The Magdalen Chapter Exeter


Floating starfish-like in the steaming water on a chilly yet cloudless Easter Sunday, I knew I’d made the right decision. Usually a trip back to Devon to visit the family involves a cramped night in my old bedroom-turned-store cupboard; single bed wedged between piles of dusty boxes, outgrown clothes and redundant university textbooks. This time, however, I’d decided to break from tradition and check out Exeter’s newest and quirkiest boutique hotel.

Magdalen Chapter

The Magdalen Chapter has generated quite a buzz since its opening last June, not least because it’s housed in what used to be the West England Eye Infirmary. The towering red brick building was transformed into a 59-room hotel by architects Feilden Clegg Bradley – and what a transformation. Somehow I expected the institutional character would linger, picturing long, soulless corridors and a faint yet inescapable aroma of bleach and surgical spirit. In fact, the only indications of the property’s former function seem to be a plaque in the foyer and inscription above the doorway. Instead there’s an abundance of crisp mid-century style furniture, most of which are bespoke designs by Russell Pinch, and roaring log fires.

Contemporary works by local artists line the walls, my favourites being the newspaper cut-out butterflies by Francisca Prieto, and Jo Barrett’s photo-realist still lives in reception. The only hint of the sinister came when I discovered an outbuilding that was formerly the hospital morgue, but is now quaintly named the ‘Potting Shed’ and was decked out for a baby shower; they probably keep that nugget of history quiet from the mums-to-be and the children’s tea parties.

Magdalen Chapter

The room I was staying in, number 308, had been converted from the attic into an airy, light-flooded space with skylights above the bed and two private balconies. Major brownie points are awarded for the complimentary mini-bar, iPad 2 and Nespresso machines in each room. The generous tub and separate waterfall shower are stocked with full-size organic REN toiletries, which, like so much of the hotel’s features are locally made.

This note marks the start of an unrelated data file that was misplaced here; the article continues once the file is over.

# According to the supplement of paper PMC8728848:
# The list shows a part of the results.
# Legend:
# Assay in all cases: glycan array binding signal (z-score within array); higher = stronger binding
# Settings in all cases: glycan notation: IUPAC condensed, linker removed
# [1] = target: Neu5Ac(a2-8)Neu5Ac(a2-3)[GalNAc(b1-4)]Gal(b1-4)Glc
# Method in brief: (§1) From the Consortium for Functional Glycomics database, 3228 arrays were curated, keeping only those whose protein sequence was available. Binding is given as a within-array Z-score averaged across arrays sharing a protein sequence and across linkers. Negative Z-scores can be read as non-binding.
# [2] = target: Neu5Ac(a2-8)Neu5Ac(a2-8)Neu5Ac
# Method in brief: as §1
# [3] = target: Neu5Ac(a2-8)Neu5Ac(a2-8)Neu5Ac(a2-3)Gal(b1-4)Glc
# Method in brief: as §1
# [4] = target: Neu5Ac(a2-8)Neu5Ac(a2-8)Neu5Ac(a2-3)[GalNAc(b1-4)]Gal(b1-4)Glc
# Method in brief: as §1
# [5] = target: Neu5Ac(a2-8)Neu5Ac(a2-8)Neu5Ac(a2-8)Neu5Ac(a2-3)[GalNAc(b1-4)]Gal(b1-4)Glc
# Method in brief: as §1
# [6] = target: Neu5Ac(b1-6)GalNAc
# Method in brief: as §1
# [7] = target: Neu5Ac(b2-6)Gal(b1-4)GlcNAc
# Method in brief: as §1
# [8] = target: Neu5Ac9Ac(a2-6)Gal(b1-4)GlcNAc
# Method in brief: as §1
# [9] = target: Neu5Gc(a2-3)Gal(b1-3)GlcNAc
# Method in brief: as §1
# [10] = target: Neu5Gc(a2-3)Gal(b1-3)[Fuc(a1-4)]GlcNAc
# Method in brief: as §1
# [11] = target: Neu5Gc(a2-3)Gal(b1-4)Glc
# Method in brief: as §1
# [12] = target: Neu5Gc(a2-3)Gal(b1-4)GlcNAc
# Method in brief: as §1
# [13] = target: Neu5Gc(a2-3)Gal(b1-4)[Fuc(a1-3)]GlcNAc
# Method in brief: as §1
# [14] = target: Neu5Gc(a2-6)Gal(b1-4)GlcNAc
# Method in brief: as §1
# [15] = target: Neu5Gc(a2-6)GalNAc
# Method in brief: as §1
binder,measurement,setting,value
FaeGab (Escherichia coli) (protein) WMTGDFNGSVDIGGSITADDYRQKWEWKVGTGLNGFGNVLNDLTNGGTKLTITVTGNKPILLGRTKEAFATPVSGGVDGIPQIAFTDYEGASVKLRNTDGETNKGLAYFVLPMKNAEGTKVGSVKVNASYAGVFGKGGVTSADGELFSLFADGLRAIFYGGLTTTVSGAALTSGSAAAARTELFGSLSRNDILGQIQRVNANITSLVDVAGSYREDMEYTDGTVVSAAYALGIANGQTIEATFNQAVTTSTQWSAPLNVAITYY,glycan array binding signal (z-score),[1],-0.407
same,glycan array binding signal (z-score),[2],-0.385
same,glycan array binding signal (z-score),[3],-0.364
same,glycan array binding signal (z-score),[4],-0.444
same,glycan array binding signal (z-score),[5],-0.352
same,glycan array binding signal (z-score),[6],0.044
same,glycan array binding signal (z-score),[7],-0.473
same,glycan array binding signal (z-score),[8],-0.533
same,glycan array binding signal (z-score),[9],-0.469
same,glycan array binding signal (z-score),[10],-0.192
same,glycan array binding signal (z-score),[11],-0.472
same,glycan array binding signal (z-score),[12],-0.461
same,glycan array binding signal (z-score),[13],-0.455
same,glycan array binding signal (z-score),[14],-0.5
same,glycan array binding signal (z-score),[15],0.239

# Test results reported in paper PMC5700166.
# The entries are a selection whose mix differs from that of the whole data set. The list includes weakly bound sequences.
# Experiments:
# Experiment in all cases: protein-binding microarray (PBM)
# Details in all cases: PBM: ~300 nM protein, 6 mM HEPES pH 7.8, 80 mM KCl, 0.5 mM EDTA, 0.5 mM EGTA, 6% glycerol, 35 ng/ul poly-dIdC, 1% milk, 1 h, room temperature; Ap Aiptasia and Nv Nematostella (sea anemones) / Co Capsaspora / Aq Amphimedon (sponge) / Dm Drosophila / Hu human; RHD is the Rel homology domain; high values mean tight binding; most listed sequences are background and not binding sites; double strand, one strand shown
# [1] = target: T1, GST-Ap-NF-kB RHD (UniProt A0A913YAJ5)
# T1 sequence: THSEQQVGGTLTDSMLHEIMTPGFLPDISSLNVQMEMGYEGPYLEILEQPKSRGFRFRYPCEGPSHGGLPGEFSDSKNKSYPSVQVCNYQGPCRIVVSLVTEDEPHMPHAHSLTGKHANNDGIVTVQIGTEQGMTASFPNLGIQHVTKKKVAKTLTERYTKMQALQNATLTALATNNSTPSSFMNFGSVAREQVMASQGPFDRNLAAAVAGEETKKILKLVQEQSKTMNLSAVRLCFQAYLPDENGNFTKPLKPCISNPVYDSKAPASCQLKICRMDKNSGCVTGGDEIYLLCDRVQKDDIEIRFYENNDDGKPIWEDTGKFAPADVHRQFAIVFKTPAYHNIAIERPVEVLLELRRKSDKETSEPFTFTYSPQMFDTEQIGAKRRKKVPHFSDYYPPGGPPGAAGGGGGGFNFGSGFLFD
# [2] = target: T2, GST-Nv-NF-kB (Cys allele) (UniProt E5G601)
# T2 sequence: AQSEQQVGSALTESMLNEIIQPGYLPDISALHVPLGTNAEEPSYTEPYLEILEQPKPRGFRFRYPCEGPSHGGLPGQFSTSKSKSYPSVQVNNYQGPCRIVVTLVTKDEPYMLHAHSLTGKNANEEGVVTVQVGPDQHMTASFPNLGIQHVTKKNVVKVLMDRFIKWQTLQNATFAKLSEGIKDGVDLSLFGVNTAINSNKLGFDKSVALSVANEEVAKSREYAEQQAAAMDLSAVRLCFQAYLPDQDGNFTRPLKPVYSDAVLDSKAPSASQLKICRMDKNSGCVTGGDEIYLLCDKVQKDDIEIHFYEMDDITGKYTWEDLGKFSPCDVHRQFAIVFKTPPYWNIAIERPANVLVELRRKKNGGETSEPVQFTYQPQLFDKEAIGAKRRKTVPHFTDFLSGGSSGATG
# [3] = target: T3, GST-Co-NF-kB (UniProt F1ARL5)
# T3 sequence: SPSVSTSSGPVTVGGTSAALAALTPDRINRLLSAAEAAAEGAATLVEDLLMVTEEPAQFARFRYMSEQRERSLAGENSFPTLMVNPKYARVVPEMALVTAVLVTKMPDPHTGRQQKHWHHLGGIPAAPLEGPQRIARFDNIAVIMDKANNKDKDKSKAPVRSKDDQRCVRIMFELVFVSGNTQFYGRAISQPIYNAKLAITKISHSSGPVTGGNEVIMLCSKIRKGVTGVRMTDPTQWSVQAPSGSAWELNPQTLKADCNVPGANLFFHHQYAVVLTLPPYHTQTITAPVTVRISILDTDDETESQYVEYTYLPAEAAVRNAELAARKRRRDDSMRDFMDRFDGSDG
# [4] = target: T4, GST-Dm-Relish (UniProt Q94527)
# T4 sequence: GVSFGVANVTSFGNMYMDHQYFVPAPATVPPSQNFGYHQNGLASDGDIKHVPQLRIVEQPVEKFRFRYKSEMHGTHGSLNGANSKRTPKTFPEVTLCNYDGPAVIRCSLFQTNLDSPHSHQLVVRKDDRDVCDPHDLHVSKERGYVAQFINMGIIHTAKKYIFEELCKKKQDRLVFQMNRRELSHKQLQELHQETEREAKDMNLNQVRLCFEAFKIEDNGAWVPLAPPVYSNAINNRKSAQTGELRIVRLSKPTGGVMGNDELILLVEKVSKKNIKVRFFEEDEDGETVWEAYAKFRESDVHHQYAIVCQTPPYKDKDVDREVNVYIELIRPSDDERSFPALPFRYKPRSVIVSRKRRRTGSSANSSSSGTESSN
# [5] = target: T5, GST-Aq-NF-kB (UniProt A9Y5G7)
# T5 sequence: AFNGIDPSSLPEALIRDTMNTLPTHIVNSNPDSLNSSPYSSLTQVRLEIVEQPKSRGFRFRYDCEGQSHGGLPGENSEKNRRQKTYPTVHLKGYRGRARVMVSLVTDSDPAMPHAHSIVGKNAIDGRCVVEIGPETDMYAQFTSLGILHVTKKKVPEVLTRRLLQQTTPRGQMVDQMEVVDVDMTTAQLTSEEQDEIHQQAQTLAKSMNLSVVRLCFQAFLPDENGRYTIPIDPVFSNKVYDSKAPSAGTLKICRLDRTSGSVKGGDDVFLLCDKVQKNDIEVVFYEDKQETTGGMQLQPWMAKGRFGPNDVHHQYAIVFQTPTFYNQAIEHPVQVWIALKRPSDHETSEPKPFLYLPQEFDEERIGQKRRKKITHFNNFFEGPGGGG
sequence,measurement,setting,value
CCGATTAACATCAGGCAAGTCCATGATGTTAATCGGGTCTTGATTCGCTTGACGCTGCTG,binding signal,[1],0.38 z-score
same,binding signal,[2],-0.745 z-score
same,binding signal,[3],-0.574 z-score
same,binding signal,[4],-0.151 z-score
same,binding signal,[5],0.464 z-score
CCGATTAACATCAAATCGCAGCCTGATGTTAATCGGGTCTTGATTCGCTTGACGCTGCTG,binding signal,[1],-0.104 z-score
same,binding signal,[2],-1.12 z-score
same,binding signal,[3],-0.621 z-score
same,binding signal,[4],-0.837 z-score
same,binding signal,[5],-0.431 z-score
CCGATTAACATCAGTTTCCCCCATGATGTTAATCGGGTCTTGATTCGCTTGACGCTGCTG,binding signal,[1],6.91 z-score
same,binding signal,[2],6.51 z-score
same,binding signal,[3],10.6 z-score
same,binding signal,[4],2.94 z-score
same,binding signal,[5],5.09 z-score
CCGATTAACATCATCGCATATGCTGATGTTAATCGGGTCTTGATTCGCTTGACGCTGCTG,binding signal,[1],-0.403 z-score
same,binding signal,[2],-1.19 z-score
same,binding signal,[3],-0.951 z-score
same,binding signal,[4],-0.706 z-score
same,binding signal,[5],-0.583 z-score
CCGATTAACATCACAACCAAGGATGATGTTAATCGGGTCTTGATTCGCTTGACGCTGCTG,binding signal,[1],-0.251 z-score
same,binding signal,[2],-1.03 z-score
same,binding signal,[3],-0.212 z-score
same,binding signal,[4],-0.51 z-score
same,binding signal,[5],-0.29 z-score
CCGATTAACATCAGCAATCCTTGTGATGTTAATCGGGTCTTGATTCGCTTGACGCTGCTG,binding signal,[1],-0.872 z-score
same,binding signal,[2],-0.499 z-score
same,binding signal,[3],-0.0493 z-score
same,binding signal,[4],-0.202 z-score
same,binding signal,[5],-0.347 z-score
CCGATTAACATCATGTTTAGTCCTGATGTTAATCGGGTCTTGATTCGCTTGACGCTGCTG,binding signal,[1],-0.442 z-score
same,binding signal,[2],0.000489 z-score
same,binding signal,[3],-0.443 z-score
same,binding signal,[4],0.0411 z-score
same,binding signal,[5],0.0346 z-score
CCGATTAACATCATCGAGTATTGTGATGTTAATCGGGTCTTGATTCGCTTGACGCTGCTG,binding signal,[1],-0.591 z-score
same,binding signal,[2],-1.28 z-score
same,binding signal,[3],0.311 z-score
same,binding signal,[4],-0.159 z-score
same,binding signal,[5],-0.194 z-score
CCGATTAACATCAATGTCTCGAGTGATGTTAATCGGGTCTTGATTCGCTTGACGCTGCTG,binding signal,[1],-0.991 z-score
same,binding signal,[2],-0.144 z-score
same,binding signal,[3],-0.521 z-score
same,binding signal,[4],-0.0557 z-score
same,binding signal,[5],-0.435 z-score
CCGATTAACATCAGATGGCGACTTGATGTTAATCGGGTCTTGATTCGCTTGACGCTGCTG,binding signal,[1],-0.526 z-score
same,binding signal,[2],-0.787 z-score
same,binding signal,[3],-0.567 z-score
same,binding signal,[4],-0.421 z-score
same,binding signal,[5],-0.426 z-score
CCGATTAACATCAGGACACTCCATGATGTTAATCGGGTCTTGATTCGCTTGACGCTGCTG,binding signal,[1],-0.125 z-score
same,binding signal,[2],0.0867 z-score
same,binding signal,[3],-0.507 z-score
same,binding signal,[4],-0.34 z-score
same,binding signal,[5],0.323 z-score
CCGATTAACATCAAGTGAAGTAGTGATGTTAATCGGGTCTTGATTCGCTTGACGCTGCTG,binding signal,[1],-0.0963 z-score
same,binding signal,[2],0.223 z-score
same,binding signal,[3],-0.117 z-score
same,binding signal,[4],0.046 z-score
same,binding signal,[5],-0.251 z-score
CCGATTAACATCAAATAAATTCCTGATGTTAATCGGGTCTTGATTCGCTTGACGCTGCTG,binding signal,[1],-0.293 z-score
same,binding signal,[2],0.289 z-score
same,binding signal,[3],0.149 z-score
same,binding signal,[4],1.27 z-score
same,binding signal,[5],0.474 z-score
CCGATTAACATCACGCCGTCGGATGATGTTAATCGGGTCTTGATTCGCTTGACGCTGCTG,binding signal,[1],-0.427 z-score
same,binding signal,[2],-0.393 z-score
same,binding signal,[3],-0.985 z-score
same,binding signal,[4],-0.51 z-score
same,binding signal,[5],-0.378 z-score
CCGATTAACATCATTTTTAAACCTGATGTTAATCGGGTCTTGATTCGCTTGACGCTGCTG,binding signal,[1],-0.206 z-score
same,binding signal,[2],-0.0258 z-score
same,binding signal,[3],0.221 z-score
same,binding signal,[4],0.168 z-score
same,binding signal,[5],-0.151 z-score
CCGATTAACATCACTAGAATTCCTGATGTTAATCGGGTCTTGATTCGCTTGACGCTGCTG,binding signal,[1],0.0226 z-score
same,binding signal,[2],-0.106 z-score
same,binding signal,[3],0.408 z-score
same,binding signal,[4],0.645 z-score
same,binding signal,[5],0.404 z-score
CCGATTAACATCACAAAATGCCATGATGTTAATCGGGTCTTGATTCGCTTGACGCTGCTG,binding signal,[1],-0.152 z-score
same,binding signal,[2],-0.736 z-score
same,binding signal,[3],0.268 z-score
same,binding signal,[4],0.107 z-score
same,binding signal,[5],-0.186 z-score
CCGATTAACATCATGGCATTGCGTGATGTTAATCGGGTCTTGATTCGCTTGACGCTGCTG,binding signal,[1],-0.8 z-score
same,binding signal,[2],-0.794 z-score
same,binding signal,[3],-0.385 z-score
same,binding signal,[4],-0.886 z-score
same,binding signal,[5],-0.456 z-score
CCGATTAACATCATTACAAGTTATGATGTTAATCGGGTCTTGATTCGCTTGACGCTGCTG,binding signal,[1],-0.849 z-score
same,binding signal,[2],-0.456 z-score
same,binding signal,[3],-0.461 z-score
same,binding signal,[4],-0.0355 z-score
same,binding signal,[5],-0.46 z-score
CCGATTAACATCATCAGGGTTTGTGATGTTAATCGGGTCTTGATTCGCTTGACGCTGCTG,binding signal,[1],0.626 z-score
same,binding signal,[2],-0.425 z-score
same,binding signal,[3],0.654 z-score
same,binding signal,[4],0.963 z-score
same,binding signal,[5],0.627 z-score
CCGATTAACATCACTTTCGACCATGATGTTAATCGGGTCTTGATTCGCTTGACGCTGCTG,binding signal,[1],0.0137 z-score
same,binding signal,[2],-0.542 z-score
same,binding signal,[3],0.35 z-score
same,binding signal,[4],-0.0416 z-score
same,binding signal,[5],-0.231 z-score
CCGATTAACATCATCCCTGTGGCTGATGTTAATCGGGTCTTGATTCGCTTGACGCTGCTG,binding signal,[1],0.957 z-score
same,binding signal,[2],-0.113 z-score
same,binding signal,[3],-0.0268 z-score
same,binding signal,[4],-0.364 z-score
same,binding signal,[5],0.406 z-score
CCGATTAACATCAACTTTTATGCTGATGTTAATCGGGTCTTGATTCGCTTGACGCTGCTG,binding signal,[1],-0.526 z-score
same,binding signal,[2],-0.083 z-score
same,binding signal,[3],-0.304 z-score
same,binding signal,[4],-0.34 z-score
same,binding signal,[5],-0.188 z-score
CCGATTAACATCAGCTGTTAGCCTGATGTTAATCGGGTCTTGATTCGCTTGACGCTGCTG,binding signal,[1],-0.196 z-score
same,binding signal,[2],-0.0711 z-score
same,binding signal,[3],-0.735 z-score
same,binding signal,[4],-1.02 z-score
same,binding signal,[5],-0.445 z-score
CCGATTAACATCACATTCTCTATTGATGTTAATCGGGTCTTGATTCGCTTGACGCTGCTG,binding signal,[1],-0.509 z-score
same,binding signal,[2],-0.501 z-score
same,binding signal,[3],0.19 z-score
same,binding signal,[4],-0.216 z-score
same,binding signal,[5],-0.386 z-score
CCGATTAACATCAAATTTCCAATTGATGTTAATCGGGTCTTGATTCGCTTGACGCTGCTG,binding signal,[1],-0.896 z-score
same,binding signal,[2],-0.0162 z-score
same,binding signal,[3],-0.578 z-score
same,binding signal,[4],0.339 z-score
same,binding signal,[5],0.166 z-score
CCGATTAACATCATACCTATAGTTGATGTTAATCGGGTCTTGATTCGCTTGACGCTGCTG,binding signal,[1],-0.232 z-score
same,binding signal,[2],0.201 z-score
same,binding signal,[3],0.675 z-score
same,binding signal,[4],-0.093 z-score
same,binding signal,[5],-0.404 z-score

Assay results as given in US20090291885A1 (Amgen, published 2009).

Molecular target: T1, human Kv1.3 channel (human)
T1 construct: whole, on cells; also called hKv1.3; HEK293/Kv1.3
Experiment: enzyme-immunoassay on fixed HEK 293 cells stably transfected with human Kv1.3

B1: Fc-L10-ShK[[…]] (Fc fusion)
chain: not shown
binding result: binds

Even the Magdalen Chapter’s Head Chef Ben Bulger is Devon born and bred, although he does include Michelin-starred Le Manoir aux Quat’Saisons in Oxfordshire on his CV. My conclusion is that Michael Caines down the road at Royal Clarence ought to watch out: Bulger looks set to steal his crown as Exeter’s culinary king. The lunch was outstanding; a starter of fresh Devon crab prettily served as a cloud of fluffy, sweet white meat separately to the pool of the richer, buttery brown meat, along with a dollop of fragrant aioli and slivers of crostini. For the main course, firm and delicately spiced monkfish was perfectly matched with a punchy, nutty red pepper Romesco sauce and fronds of herby, grassy Agretti. A kick of cumin and fresh coriander made for an inspired adornment to the side dish of mashed carrots. Bulger even managed to make cabbage something to write home about, sautéed al dente with flaked almonds and wild garlic, it was packed with flavour and had just the right of amount of crunch. A dessert of sugary, doughnut-like custard fritters was a little underwhelming in comparison, but they were paired with some delicious vanilla-speckled poached rhubarb. The wine list comes on an iPad – part of the hotel’s ‘paperless’ policy – from which I sampled a glass of delicious, chalky Domaine de l’Abbaye Tradition.

Magdalen Chapter

Although the building sits on a fairly unattractive, busy A-road, it’s just seconds away from the city’s historic heart, a lacework of cobbled streets, Roman ruins and half-timbered Tudor shop fronts with the majestic gothic Cathedral beating at its centre, not to mention the smart new Princesshay shopping precinct. But it’s such an oasis you may not have much inclination to go anywhere else. Indeed, one of the most distinctive traits of the Magdalen Chapter is its informality: this is a luxurious boutique hotel but without a hint of stuffiness or pretension. Guests wander in for lunch straight from the pool in fluffy white robes, and in place of the usual barrier-like reception there’s simply a laptop perched on ‘The Font’ – a spherical, wooden Alison Crowther sculpture-cum-table that looks rather like a giant acorn. The Lounge, housed in a large glass roofed extension, the well-stocked Library and snug bar complete with roaring log fire, appeared to be frequented by local people as much as hotel guests.

Magdalen Chapter

The highlight of my stay had to be that pool. I can’t recall ever having been tempted to swim in an outdoor pool at a British hotel before. Yet this one is both properly hot and brilliantly designed. You lower yourself into the Jacuzzi section beside an open fire to acclimatise, then swim though the partition into the open air. Genius.

No offence Mum and Dad, but I think that going ‘home’ now has a new definition for me.

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